[OPE] Bob Pollin on "ending casino capitalism"

From: Jurriaan Bendien <adsl675281@tiscali.nl>
Date: Sat Oct 18 2008 - 18:12:56 EDT

(I am not sure that his proposal would end gambling in debt obligations, but thought it interesting enough to post it - JB).

Ending Casino Capitalism


Wall Street is begging for government life support. Unfortunately,

we need to acquiesce to avoid another 1930s-style

Depression. But Wall Street has to accept in return a revived

regulatory system that would promote financial stability and

the well-being of the majority. Here are four observations

and proposals, intended to apply to all US financial markets

and institutions, whether banks, holding companies, hedge

funds or variations thereof:

1. The bailout doesn't have to cost taxpayers $700 billion.

The most cost-effective way to finance the bailout is for the

Federal Reserve, not the Treasury, to buy the bad debt from

distressed financial institutions. If the Fed, as opposed to the

Treasury, buys the bad debt, the funds don't come out of taxpayers'

pockets but from the Fed's power to create money.

This may seem like alchemy. But in fact it is simply a variation

on what the Fed does normally-in conducting day-to-day

monetary policy and in managing financial crises. Last year the

Fed bought $840 billion in government bonds outright from

US banks. As recently as September 19, the Fed announced

plans to purchase short-term debt obligations issued by Fannie

Mae, Freddie Mac and the federal home loan banks as a way

to "further support market functioning." The Fed can later

re sell the bad debt to private dealers, albeit at distress-level,

cut-rate prices. In any case, the funds to transact these operations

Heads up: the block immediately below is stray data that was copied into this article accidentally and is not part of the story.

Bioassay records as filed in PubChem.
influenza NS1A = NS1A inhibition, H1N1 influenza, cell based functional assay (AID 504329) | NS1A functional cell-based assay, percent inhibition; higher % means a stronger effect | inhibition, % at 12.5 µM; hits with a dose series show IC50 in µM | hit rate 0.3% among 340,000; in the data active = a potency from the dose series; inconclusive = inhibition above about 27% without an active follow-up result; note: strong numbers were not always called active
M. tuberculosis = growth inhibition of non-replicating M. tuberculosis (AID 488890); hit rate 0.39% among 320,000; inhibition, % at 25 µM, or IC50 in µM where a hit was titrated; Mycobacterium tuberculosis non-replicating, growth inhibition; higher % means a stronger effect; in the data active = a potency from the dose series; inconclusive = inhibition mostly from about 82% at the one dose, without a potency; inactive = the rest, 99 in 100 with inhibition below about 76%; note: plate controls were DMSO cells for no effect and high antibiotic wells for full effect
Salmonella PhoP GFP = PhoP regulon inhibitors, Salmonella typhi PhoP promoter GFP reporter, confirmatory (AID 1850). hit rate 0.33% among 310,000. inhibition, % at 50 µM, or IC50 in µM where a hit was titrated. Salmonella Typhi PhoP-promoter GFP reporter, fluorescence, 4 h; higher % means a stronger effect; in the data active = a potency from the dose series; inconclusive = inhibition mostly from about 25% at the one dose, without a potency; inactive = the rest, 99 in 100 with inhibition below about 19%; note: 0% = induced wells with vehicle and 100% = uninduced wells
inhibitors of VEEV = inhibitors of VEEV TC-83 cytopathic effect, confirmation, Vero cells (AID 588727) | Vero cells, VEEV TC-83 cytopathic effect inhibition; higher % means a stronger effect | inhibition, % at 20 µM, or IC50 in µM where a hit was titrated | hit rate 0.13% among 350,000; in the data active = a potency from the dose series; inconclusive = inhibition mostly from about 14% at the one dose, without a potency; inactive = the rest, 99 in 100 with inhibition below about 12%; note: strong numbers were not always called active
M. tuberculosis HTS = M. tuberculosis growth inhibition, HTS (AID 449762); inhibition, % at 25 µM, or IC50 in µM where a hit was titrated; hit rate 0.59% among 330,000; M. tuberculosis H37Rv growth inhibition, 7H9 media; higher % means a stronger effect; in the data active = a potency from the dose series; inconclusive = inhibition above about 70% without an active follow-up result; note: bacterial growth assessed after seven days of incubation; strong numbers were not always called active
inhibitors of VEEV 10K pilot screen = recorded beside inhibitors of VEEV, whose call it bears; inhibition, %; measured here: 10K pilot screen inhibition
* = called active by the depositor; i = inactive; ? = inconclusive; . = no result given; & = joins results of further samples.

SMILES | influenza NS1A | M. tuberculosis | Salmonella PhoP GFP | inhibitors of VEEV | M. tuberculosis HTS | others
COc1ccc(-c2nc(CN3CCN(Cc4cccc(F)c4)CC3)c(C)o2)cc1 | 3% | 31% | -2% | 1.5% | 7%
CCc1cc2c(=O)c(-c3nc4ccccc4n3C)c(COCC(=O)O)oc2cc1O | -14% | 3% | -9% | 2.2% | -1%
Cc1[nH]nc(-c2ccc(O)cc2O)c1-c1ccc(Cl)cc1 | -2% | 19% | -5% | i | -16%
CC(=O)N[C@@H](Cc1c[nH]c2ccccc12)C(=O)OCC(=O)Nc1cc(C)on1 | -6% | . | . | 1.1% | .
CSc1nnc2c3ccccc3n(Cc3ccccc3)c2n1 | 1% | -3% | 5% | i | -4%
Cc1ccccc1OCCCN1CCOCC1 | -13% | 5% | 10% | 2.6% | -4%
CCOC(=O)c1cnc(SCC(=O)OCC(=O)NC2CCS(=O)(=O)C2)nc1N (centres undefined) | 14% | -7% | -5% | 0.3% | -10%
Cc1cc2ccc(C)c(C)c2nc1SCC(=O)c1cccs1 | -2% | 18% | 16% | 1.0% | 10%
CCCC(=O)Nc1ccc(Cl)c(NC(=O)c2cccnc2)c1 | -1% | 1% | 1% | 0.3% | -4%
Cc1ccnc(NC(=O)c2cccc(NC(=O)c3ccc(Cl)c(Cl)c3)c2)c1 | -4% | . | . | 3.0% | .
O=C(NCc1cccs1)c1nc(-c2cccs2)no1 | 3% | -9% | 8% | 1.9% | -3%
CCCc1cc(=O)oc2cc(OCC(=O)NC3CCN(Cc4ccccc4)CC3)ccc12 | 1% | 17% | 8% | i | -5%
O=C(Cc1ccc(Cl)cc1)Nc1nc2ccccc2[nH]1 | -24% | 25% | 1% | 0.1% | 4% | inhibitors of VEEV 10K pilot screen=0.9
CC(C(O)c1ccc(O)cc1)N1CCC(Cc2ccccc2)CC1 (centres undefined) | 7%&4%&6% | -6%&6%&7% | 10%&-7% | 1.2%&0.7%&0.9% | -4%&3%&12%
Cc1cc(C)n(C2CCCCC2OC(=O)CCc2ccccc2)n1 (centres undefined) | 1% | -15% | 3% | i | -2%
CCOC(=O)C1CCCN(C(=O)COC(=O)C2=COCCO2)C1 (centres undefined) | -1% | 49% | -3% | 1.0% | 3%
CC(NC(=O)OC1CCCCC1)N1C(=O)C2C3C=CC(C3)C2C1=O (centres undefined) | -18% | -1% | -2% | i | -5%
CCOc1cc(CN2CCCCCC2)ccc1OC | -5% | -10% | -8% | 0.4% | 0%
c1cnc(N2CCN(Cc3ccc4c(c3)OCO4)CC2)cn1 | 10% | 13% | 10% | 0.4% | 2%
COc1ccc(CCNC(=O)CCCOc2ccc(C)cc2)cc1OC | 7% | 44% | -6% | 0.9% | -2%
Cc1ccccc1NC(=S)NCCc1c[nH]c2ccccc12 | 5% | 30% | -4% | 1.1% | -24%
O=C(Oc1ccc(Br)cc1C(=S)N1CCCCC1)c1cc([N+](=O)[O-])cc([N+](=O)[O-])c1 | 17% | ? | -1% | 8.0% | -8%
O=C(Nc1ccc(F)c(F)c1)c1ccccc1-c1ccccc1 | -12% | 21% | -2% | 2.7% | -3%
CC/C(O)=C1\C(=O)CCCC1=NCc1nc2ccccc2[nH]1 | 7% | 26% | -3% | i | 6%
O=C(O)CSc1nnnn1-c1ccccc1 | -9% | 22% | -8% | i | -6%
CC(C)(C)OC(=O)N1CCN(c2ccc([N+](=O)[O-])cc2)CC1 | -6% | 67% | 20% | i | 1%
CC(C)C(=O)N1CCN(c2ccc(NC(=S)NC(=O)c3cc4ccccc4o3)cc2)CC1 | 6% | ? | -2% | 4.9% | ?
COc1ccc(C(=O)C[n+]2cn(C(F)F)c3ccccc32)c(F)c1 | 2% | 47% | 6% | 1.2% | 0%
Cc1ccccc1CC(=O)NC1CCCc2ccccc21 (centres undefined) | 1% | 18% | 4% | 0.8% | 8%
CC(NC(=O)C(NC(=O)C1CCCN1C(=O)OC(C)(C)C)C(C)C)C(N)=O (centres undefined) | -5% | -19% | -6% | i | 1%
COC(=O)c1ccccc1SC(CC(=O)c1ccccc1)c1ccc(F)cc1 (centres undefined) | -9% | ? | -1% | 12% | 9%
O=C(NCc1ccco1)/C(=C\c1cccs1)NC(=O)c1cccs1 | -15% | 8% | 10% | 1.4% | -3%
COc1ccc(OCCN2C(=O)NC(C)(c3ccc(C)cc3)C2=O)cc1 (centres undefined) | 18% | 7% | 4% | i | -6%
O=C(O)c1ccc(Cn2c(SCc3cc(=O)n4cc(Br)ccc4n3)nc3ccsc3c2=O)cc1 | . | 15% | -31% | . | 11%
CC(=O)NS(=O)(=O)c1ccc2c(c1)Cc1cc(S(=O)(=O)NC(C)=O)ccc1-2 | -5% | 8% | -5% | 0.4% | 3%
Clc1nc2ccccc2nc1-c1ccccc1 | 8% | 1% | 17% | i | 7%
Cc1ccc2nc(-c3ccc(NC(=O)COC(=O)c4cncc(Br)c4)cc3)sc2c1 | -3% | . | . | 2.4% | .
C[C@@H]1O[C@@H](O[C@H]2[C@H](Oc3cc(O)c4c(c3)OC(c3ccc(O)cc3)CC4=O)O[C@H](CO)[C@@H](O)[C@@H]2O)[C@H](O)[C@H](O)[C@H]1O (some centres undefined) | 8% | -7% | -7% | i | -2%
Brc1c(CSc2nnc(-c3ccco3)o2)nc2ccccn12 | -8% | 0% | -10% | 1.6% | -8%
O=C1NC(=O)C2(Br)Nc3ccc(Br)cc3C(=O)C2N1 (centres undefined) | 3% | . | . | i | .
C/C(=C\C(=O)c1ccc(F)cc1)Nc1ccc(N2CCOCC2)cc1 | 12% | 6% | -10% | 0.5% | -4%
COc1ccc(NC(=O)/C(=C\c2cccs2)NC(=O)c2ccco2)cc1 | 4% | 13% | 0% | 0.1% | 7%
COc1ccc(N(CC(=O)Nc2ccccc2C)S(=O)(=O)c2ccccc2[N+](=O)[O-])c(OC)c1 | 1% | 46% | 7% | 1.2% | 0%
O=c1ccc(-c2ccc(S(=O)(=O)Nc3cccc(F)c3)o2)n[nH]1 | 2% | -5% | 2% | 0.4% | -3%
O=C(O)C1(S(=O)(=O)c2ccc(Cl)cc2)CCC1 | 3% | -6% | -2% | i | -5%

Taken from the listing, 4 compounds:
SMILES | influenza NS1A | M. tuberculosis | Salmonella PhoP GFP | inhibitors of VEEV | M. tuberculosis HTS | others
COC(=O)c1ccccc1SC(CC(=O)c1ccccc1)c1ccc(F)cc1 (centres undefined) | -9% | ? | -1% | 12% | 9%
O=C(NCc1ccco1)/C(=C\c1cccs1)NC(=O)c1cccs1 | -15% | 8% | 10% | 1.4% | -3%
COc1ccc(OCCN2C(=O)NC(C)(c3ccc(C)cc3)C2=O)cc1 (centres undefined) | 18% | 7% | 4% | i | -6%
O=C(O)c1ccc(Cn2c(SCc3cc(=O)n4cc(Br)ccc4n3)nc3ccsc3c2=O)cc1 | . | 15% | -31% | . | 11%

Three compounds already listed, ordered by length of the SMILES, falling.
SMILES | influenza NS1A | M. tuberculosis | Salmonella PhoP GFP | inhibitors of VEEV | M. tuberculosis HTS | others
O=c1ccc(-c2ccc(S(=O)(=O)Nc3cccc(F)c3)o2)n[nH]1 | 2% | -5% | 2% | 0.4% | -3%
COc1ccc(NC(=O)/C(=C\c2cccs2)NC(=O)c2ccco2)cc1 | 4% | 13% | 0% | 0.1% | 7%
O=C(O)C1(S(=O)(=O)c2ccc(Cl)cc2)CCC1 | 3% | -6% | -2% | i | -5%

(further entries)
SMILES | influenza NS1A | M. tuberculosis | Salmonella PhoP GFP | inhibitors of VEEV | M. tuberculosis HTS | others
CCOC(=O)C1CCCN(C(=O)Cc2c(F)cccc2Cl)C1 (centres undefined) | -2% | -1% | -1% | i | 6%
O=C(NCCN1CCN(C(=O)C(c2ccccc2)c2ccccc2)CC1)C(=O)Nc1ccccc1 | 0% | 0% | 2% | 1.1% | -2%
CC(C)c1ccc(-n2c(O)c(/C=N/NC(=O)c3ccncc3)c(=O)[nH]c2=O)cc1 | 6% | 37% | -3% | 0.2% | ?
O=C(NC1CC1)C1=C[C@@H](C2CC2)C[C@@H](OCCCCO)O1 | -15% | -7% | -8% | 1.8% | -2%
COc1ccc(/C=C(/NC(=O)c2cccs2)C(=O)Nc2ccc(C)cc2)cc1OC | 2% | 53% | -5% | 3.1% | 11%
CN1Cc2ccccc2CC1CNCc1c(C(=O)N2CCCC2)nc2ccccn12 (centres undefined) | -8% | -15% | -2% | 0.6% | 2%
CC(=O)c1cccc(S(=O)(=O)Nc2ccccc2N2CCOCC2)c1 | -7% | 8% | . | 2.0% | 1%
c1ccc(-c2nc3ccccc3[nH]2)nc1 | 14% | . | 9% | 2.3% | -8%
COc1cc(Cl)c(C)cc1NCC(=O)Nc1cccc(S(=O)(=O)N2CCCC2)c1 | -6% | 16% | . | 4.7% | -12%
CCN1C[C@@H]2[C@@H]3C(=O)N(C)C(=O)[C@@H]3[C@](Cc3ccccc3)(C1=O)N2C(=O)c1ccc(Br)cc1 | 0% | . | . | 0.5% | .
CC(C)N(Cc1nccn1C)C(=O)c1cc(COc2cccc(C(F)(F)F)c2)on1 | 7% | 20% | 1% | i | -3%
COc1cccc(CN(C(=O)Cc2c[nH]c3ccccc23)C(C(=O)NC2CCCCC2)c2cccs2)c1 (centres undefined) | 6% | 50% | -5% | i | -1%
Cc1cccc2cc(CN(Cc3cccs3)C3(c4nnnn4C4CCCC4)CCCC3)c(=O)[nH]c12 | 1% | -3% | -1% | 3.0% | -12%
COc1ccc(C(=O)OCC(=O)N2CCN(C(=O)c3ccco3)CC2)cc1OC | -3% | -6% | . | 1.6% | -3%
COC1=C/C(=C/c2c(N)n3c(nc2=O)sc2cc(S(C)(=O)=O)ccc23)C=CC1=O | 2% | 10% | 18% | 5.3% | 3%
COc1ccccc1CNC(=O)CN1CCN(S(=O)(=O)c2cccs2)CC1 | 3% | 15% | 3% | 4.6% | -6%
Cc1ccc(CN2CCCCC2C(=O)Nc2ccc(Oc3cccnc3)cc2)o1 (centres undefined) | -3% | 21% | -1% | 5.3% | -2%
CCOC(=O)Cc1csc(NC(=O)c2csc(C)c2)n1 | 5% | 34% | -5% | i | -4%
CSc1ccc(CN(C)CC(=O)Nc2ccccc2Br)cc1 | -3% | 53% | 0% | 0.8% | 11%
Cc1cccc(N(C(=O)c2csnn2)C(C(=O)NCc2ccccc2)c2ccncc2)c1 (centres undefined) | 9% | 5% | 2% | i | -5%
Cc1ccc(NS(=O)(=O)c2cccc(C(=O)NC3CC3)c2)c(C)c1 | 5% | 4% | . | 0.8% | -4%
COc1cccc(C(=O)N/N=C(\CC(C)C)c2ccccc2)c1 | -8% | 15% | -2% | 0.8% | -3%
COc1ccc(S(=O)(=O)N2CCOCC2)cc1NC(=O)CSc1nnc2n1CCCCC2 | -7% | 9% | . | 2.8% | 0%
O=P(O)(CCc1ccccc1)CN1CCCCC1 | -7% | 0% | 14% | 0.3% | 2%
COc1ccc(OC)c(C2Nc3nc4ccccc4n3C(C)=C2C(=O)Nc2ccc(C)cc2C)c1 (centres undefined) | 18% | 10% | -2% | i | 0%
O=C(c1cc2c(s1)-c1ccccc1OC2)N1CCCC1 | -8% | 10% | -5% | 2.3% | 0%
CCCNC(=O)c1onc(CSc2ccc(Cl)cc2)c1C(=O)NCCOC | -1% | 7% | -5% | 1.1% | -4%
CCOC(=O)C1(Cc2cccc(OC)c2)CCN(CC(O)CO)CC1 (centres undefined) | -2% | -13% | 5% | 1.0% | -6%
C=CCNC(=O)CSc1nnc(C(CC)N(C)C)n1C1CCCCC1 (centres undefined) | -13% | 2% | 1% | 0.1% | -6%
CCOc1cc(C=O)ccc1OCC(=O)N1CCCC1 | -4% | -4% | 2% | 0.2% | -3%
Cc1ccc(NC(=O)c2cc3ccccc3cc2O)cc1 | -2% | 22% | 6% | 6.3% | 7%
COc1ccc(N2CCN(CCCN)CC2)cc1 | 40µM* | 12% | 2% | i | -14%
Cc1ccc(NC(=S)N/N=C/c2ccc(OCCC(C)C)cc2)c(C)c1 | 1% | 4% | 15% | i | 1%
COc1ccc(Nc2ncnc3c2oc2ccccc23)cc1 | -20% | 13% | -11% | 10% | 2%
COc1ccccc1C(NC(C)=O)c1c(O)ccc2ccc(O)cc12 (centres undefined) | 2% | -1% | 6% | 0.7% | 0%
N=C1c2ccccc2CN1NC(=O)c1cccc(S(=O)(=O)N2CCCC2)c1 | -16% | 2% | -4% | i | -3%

will not have to come from taxpayers.

2. Tax speculators. A small sales tax on all securities transactions-

stocks, bonds, derivatives, mortgage-backed securities,

short sales and all new schemes-would raise the costs of

speculative trading and therefore discourage casino capitalism.

At the same time, the tax will not discourage investors

who intend to hold securities for a longer period since unlike

the speculators they will be trading infrequently. This tax

could generate, conservatively, $100 billion per year in government

revenue-enough to cover, for example, a green investment

program that could create 2 million new jobs.

3. Impose asset-based reserve requirements. These force financial

institutions to maintain cash reserve funds in proportion

to the riskier assets in their portfolios. They can discourage firms

from holding excessive amounts of risky assets and serve as a cash

cushion to draw on when market downturns occur. The same

principle guides the margin requirements that apply to stocks

purchased with borrowed funds. During the late 1990s, Federal

Reserve chair Alan Greenspan acknowledged that he could have

dampened the stock market bubble by raising margin requirements,

but he refused to take action. Measures like these can also

push financial institutions to channel credit to projects that advance

social welfare. Policy- makers could stipulate that, say, at

least 5 percent of banks' loan portfolios be channeled to low-cost

housing and 5 percent to green investments. If the banks fail to

reach these quotas, they would then be required to hold this

same amount of their total assets in cash.

4. Loan guarantees for priority productive investments.

Financial bailouts are a form of credit risk insurance for reckless

speculators. Instead we need to provide credit risk insurance-

i.e., loan guarantees-to promote social priorities like

affordable housing and green investments. Investments in these

areas will expand. The securities sales tax and asset reserve

requirements should prevent speculators from converting such

initiatives into new casino opportunities. As such, the overall

costs to taxpayers would be small.


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Received on Sat Oct 18 18:21:04 2008

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